In Suffling v. Bondurant, 339 F. Supp. 257 (D.C. 1972), the six months' residence requirement for admission to the New Mexico Bar was sustained as reasonable; and was held to be sustainable by reason of the State's "compelling interest in the quality and integrity of the persons whom it licenses to practice law" (339 F. Supp. 257, 260).

 The mere fact that in petitioner's case the vice chairman of the Character Committee has been able to report favorably on plaintiff's character should have no controlling or persuasive effect here. The question as to how long a period reasonably should be allowed for the Committee's investigation, particularly as to his conduct during his period of residence within the State, is a matter of legislative discretion. That period should be long enough to enable it to uncover the peril-to-the-public situations which it might not be able to uncover during an unreasonably short period of residence.

 This federal Court should not interfere with the Legislature's determination as to the length of residence deemed necessary by the State Legislature for a professional licensee to demonstrate the credentials and character necessary to justify a license to practice law in this State. I conclude that the six months' durational requirement is clearly reasonable. Even in the most comprehensive and rigorous attack upon New York's Bar admission procedures, the reasonableness of the State's residence requirement was not challenged (See Law Students Research Council v. Wadmond, 401 U.S. 154, 158, 161, 91 S. Ct. 720, 27 L. Ed. 2d 749 (1971).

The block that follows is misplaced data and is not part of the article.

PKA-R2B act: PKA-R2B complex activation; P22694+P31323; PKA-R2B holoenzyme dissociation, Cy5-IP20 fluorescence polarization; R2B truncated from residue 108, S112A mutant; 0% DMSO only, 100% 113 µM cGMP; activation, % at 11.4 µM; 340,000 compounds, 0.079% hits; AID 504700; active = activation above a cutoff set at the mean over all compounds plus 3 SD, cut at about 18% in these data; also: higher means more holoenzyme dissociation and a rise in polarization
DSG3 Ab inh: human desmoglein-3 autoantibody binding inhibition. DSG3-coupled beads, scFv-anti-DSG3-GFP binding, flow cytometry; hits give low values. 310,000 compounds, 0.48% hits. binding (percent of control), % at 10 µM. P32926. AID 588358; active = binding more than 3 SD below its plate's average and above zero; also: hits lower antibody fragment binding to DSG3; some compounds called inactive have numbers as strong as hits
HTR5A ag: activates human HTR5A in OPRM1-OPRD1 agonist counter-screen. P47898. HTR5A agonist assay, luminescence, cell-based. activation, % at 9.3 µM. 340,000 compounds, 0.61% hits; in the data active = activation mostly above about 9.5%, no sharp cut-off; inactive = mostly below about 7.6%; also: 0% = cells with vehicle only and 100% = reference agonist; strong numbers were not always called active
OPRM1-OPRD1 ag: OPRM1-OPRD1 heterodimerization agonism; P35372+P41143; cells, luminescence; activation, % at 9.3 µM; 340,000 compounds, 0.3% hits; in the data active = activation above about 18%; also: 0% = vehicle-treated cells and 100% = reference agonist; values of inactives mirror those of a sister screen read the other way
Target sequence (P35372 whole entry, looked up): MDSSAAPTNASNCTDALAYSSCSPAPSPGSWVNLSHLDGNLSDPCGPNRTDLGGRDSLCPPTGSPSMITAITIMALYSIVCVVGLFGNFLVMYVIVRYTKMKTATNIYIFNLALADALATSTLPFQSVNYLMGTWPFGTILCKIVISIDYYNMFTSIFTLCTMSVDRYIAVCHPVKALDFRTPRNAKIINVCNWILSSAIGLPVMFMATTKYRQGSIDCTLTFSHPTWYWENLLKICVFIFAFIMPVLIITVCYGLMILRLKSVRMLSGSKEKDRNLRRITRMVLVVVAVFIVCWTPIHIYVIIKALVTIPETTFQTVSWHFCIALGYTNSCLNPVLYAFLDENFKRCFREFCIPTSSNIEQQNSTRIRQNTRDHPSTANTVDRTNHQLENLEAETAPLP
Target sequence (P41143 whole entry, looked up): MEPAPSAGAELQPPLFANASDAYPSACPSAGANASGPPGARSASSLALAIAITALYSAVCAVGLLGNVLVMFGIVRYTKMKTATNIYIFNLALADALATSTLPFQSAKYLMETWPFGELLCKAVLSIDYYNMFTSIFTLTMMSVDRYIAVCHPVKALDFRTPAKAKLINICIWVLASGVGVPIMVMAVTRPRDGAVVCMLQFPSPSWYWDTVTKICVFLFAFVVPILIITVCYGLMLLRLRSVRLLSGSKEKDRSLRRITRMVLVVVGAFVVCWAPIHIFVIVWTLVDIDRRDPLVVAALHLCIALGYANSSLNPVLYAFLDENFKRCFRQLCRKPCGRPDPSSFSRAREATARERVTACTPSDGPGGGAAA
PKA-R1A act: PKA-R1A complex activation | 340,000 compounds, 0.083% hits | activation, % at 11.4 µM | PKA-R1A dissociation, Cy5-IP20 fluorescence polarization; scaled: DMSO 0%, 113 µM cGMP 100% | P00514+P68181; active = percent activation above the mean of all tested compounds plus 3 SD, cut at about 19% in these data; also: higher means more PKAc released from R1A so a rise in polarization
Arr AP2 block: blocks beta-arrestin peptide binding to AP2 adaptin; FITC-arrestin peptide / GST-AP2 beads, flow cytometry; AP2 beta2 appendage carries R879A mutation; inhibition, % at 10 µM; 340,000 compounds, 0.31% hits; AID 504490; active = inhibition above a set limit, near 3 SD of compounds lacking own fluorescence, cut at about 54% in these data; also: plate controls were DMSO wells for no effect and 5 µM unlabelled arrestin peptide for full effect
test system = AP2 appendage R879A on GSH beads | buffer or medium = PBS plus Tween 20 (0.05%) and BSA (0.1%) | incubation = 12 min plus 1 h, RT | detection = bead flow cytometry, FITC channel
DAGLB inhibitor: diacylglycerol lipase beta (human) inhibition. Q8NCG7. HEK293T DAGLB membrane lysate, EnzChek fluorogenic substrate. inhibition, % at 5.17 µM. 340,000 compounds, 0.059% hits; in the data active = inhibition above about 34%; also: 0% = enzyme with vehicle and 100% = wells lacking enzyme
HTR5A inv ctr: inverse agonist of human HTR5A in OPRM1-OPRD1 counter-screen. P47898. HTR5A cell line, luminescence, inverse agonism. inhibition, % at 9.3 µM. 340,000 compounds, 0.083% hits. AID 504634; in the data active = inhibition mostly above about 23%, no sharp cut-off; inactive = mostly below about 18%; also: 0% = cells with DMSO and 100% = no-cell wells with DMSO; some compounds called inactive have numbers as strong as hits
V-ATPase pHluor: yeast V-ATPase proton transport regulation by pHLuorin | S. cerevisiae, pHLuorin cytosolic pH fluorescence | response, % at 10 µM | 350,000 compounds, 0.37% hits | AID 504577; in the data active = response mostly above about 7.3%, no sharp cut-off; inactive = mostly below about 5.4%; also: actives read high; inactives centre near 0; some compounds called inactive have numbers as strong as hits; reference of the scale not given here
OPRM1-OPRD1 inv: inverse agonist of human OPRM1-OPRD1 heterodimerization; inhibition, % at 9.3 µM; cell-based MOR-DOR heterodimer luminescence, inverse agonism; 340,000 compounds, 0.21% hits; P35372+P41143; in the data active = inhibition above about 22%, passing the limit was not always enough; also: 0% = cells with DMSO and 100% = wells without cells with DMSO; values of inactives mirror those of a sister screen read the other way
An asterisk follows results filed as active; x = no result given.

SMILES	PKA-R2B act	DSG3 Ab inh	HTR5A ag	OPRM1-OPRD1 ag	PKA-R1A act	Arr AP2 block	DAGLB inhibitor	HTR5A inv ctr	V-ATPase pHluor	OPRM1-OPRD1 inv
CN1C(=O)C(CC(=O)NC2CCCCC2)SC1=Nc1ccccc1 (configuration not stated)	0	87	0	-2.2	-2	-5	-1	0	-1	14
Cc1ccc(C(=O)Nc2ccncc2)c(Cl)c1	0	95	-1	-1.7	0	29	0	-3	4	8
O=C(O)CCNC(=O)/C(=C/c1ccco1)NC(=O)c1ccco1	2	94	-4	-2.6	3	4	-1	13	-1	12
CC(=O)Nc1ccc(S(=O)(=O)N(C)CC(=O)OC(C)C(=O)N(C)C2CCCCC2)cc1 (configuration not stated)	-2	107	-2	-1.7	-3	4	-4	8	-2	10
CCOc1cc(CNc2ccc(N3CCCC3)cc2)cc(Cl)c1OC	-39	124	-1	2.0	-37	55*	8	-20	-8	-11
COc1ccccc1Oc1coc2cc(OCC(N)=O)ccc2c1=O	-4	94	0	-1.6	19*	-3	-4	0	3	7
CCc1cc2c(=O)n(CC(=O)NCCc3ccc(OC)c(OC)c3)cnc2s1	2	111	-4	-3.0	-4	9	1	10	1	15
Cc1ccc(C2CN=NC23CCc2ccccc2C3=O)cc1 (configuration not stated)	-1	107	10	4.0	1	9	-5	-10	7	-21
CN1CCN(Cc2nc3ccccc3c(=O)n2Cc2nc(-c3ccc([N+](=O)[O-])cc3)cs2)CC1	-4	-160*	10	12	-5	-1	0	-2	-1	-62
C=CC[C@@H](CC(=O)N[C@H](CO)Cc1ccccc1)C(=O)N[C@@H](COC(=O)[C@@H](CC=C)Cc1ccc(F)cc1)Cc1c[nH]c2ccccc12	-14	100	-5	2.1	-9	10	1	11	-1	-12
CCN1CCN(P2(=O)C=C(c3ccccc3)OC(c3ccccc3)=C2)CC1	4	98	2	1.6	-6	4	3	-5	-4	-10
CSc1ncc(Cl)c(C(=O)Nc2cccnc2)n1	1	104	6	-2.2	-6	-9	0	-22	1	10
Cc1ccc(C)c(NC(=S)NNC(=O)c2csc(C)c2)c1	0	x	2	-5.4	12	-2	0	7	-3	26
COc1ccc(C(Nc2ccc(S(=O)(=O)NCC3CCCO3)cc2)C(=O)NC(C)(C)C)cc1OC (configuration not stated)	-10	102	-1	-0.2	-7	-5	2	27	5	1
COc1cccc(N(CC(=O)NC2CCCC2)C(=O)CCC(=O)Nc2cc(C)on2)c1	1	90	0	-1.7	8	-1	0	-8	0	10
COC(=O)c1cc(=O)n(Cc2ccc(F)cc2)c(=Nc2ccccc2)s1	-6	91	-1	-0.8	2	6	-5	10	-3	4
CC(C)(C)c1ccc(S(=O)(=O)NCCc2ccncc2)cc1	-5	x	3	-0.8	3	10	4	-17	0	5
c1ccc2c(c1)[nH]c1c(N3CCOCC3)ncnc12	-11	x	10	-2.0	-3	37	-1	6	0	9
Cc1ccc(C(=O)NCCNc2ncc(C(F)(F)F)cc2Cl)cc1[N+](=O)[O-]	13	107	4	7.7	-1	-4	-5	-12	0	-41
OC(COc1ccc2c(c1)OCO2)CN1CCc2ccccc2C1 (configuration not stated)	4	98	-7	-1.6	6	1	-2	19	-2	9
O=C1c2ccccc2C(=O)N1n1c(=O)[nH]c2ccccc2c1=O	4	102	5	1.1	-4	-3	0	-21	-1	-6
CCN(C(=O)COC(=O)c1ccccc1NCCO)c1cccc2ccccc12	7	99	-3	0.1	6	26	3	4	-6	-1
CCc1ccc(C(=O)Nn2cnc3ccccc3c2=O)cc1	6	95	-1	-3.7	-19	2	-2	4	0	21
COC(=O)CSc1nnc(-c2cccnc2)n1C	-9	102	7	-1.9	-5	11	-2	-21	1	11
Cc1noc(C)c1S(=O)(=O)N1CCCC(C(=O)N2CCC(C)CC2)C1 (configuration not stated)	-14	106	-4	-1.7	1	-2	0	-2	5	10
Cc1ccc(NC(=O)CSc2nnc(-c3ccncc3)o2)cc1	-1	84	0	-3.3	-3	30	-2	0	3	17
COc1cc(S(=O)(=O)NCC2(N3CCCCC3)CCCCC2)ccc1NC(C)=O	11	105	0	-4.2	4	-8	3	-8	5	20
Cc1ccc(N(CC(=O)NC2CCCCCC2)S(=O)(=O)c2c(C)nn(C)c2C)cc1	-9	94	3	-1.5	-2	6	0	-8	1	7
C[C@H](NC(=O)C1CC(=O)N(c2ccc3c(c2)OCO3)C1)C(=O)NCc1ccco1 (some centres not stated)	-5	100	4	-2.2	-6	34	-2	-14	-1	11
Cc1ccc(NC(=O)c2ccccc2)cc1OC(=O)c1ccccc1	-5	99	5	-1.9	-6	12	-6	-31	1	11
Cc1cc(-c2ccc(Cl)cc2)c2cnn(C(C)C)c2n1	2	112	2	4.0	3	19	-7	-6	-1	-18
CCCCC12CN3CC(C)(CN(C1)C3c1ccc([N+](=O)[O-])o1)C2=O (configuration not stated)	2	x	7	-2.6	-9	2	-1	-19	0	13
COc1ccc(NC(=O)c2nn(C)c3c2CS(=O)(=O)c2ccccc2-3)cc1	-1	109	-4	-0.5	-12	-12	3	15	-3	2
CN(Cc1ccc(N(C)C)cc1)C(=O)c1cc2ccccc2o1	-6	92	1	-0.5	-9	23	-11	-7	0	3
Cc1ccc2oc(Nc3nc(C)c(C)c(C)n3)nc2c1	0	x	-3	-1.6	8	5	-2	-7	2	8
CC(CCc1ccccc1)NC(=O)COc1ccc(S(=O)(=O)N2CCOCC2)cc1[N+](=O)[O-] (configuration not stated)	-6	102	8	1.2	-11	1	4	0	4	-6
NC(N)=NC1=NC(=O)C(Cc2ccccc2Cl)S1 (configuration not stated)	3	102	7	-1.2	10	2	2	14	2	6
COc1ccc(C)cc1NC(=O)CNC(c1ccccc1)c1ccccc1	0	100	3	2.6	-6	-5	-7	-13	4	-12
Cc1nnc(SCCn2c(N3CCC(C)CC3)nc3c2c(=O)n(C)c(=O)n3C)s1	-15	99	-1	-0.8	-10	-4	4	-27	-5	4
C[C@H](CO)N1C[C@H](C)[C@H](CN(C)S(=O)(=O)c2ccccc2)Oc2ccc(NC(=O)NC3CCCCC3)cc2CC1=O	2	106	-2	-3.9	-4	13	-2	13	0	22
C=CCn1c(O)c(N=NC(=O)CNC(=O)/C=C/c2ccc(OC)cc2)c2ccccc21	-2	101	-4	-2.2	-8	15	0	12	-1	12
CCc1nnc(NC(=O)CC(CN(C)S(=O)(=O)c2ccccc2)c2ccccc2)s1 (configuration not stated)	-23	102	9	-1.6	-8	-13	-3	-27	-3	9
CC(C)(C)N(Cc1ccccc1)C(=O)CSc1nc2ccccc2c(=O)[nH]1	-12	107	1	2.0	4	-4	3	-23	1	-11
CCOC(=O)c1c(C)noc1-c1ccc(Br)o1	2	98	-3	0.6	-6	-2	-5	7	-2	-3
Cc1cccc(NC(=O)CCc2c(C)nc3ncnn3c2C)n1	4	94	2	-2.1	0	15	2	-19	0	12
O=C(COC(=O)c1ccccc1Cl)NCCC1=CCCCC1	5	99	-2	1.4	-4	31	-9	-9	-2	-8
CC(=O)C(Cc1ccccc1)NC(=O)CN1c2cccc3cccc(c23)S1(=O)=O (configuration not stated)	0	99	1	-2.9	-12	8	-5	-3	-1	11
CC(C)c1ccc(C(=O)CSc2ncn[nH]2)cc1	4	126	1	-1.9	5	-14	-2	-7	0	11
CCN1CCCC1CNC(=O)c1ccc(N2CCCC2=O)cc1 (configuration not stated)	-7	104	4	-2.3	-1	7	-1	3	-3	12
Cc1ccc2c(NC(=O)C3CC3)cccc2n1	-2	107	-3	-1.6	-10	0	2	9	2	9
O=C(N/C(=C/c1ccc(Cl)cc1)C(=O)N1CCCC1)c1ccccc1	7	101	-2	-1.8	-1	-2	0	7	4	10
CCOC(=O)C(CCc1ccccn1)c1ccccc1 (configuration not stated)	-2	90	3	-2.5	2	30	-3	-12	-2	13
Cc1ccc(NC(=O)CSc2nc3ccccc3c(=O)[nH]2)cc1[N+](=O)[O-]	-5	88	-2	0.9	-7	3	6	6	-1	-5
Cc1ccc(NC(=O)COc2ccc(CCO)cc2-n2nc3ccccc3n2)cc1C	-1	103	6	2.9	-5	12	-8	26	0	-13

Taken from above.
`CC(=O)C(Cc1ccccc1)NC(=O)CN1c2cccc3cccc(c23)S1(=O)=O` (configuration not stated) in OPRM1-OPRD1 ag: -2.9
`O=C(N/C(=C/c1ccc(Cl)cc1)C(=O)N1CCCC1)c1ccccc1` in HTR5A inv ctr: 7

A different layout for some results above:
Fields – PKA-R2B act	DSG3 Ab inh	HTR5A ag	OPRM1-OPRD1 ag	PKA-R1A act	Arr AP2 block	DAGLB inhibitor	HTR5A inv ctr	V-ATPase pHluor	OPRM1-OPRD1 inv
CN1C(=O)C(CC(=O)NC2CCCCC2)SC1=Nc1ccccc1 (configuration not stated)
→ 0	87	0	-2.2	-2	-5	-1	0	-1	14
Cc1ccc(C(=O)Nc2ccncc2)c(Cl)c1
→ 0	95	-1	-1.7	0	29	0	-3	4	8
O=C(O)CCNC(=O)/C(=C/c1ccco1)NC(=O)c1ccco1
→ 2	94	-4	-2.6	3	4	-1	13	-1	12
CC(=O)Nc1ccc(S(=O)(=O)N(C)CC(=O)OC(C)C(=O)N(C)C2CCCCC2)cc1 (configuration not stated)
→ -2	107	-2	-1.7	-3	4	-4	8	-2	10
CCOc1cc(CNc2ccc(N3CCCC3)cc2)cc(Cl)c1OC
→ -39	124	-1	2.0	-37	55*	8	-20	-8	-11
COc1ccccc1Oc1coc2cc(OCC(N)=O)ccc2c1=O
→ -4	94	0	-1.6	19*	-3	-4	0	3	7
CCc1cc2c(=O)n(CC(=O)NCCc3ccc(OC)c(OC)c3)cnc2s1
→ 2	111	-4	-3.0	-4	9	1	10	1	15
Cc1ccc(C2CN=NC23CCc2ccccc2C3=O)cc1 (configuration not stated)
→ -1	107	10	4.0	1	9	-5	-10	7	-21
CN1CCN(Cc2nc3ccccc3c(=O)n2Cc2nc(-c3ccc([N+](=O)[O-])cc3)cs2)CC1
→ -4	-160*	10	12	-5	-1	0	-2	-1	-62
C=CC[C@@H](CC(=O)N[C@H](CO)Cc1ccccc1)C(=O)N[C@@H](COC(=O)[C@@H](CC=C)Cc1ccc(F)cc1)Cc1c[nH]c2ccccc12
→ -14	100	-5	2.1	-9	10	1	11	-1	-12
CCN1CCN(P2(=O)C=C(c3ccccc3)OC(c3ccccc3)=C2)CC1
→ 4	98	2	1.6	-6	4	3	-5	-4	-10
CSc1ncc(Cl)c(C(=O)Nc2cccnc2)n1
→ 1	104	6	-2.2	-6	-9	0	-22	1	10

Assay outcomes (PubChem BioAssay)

Plaintiff's motion to convene a three-Judge Court is denied. The complaint herein is dismissed without costs and the Clerk is directed to forthwith enter such judgment.